Abdel-Sabour produced five plays (all available in English): The Tragedy of Al-Hallag, 1964 (re- titled Murder in Baghdad in the English version); Night Traveller and A Princess Waiting, two one- act plays, 1969; Laila and the Madman, 1970; and finally, Now The King is Dead, 1971. Read chronologically they represent an intense imaginative quest in the realm of art for philosophical repose and harmony, tracing the difficult road the poet travelled towards the final synthesis he tentatively reached and precariously held in his last play. In terms of themes and dramaturgy, as Maher Shafiq Farid has argued in an article called "Salah Abdel- Sabour's Theatre: Meaning and Structure," they draw on a variety of dramatic sources and traditions which give them a universal relevance. And, indeed, if one remembers how Shakespeare's Hamlet and Eliot's saintly archbishop, Thomas Becket, fitfully hover around Abdel-Sabour's Al-Hallag, how A Princess Waiting subtly evokes the dramatic world of Maeterlinck and the symbolists, and Night Traveller the plays of Ionesco, particularly Tueur sans Gages, and how Now The King Is Dead brings to mind at once Shakespeare and Brecht, Ionesco's Exit The King, Edward Albee's Who's Afraid of Virginia Woolf and Pirandello's theatre-within-the- theatre, one can hardly deny Farid's remark.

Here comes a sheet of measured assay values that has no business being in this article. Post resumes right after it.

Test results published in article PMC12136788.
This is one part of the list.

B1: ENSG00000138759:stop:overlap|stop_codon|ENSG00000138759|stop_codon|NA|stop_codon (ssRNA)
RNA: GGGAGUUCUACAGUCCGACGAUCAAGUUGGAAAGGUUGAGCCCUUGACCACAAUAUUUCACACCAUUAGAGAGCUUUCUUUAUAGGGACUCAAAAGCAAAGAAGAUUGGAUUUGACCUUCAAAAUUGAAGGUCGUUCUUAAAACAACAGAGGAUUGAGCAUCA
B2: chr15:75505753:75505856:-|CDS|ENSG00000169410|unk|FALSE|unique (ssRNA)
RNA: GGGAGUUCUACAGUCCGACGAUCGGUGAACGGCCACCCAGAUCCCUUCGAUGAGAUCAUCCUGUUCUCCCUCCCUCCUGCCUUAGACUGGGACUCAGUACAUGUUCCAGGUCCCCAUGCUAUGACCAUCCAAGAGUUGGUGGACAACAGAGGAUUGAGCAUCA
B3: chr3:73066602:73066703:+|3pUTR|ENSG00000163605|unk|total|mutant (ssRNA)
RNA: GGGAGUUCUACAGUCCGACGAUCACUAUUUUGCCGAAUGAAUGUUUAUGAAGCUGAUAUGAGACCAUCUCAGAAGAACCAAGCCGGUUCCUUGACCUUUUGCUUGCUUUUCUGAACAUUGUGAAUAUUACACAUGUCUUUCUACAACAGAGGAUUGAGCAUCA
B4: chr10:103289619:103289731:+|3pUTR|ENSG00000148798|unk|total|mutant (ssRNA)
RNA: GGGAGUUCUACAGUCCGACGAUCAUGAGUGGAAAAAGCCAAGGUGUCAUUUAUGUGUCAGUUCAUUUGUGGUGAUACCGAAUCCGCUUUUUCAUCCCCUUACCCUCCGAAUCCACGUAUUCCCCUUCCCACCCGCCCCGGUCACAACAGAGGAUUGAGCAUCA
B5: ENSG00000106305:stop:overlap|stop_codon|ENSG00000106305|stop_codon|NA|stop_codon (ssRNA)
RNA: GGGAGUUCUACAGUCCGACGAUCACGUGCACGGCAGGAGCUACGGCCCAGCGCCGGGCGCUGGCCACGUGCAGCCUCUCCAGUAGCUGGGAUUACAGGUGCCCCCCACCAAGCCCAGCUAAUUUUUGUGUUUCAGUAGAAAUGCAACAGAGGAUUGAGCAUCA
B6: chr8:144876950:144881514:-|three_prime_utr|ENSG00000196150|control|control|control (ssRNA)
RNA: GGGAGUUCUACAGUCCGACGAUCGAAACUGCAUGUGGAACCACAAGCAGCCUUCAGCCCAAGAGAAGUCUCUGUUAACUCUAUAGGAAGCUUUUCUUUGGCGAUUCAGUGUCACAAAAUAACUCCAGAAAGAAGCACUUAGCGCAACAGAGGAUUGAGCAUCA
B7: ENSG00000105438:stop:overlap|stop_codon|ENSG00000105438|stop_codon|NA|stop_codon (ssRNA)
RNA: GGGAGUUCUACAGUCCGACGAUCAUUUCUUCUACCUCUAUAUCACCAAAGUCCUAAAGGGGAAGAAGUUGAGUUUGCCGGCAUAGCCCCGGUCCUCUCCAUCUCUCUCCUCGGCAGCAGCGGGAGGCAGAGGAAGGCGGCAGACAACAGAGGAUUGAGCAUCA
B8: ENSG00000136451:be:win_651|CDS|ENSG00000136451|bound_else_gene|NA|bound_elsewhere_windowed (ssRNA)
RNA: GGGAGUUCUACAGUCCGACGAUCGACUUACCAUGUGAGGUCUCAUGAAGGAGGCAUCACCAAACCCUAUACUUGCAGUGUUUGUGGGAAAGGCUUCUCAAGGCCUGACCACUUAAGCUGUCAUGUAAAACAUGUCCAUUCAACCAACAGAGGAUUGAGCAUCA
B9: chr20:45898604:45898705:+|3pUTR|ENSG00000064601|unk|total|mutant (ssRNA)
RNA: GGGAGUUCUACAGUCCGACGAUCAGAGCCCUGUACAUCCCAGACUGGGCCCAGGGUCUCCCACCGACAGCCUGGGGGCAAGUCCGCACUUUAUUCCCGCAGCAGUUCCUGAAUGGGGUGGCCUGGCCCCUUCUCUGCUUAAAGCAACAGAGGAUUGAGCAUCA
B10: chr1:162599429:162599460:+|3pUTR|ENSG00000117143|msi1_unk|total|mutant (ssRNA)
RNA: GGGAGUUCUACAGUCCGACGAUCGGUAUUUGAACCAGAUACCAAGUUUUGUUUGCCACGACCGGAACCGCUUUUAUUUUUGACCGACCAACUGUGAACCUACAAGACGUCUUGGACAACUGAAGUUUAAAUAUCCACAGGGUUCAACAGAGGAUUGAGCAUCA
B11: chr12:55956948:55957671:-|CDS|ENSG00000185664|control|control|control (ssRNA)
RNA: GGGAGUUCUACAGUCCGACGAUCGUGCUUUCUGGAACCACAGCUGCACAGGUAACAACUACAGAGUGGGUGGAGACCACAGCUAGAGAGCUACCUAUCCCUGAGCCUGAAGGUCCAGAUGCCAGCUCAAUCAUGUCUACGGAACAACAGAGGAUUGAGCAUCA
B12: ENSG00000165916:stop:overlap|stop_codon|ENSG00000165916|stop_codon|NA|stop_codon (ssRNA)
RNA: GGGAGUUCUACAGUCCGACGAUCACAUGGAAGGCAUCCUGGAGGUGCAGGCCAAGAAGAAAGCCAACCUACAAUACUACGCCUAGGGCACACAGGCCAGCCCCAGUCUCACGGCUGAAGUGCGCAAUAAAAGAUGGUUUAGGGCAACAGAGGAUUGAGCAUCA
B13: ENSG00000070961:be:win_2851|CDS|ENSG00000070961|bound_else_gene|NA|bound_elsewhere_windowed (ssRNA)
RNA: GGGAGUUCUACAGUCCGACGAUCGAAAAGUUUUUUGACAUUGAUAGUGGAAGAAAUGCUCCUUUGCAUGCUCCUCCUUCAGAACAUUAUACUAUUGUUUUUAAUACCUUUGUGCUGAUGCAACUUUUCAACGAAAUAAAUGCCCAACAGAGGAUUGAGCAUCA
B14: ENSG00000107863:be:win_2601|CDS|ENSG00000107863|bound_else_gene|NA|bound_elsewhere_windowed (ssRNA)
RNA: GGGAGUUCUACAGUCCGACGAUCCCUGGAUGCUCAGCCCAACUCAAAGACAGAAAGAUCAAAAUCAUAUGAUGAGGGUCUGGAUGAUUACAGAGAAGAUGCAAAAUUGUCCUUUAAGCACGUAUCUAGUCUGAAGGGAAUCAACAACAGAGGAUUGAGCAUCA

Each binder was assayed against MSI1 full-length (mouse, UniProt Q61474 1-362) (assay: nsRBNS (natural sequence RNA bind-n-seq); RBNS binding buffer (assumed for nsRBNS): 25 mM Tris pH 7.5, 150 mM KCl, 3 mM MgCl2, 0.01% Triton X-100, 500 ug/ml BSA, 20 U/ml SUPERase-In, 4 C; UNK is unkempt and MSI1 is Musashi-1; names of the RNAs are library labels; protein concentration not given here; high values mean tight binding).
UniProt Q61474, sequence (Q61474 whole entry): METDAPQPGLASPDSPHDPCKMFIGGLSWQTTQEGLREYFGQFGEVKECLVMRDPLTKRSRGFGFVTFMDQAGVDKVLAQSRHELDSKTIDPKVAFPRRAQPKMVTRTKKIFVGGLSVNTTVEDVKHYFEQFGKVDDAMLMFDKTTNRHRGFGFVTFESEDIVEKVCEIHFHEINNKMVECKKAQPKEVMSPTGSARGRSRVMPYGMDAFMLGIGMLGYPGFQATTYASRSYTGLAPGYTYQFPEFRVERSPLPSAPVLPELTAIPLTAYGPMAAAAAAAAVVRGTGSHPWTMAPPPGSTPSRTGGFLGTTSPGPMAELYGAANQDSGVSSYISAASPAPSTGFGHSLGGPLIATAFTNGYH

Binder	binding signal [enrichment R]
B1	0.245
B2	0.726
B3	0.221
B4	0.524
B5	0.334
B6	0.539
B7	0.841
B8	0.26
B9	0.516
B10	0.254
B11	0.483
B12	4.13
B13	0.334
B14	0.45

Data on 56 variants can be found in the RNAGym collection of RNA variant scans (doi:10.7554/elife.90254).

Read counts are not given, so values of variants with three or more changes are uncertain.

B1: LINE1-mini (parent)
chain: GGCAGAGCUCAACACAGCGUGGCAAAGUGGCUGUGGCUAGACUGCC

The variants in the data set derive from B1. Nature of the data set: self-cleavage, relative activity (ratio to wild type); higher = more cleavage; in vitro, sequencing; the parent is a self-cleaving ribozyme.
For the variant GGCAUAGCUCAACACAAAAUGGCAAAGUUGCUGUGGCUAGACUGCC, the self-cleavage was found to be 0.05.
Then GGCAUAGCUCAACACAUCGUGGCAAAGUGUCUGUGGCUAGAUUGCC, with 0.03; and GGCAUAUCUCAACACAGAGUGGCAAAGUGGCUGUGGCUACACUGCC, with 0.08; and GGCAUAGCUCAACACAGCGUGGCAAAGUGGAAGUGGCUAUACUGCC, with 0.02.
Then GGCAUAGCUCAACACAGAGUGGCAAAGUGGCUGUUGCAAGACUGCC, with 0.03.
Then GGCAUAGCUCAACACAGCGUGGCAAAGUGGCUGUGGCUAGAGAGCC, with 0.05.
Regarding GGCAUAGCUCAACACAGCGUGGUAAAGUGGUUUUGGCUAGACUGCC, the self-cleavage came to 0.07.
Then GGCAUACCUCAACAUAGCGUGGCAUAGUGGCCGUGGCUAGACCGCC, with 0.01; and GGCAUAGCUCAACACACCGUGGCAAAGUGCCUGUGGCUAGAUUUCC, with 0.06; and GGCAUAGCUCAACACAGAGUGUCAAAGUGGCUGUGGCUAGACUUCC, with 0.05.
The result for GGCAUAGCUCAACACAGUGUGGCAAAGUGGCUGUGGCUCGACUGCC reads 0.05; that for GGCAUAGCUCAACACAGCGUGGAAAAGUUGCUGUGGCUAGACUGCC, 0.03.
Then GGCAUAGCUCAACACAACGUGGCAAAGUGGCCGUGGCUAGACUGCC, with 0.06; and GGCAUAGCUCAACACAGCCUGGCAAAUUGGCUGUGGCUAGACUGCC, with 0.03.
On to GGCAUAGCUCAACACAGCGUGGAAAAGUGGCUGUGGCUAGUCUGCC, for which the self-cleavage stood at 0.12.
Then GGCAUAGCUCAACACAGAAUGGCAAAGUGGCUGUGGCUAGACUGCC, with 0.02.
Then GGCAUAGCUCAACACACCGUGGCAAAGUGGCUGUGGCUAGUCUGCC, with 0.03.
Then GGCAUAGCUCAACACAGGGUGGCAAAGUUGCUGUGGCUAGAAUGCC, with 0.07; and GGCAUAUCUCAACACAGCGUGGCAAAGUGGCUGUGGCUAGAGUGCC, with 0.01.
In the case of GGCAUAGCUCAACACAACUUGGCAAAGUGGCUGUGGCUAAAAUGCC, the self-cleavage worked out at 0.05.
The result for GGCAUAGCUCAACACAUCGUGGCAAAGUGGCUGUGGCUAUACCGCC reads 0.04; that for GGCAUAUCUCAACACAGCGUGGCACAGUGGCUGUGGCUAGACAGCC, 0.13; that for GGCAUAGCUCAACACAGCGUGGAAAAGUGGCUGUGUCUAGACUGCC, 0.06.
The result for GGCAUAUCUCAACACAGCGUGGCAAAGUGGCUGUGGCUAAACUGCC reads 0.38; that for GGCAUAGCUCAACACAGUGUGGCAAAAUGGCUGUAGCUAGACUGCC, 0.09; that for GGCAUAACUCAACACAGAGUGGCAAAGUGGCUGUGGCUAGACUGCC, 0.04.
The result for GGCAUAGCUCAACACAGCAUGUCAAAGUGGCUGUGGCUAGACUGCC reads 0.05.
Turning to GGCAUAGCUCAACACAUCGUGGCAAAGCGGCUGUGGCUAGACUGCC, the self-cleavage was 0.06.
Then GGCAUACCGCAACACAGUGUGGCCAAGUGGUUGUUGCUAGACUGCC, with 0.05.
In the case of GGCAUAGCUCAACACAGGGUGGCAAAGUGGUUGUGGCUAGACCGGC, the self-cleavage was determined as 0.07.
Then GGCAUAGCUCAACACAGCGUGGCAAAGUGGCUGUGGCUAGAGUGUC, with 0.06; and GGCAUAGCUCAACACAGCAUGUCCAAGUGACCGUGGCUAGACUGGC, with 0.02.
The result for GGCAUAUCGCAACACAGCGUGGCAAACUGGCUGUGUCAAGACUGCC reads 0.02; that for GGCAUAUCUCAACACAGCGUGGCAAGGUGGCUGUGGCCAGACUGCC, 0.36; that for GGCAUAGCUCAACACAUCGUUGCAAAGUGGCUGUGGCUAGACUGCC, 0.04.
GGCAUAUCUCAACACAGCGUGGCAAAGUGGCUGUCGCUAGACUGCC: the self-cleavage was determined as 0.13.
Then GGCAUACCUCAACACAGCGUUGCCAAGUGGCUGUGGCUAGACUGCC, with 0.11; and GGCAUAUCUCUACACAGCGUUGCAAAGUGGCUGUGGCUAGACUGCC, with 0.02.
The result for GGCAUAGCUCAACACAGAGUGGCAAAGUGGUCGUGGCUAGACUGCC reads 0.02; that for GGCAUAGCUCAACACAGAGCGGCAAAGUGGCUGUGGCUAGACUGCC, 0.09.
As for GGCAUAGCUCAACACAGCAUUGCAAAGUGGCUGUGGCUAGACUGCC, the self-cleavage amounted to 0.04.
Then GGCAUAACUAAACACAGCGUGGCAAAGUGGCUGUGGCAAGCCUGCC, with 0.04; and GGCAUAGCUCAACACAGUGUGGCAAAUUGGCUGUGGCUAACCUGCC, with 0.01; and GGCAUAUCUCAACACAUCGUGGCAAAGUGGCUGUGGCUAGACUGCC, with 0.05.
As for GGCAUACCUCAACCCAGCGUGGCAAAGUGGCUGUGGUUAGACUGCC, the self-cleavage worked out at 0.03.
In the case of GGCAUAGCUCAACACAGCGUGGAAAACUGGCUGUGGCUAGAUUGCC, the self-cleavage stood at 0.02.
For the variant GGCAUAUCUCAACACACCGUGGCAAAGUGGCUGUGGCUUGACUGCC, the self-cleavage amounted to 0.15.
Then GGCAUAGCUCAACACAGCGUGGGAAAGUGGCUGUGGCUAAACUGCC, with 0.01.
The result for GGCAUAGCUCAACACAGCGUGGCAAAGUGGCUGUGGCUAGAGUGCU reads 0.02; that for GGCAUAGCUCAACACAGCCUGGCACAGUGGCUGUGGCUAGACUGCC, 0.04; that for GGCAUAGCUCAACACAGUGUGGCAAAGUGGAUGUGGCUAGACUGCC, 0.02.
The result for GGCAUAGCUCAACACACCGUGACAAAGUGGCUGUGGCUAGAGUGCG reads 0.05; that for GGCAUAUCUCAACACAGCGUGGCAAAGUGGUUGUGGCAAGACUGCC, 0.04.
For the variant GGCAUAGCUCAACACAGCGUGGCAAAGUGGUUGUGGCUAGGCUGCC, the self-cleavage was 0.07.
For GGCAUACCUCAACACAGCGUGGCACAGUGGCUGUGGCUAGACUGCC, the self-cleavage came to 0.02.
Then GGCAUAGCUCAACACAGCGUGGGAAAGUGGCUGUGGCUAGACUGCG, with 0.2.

Paradoxically, in spite of such palpable western influence, Abdel-Sabour's theatre has an unmistakable national flavour and is deeply steeped in Arabic history, myth and folklore. Moreover, it is, in one respect, an eminently political, topical theatre, the authentic product of a particular historical moment in the life of a nation, projecting its conflicts, dilemmas and urgent concerns. Indeed, the key to Abdel-Sabour's dramatic durability lies in his ability to personalise public issues and political conflicts and politicise personal dilemmas.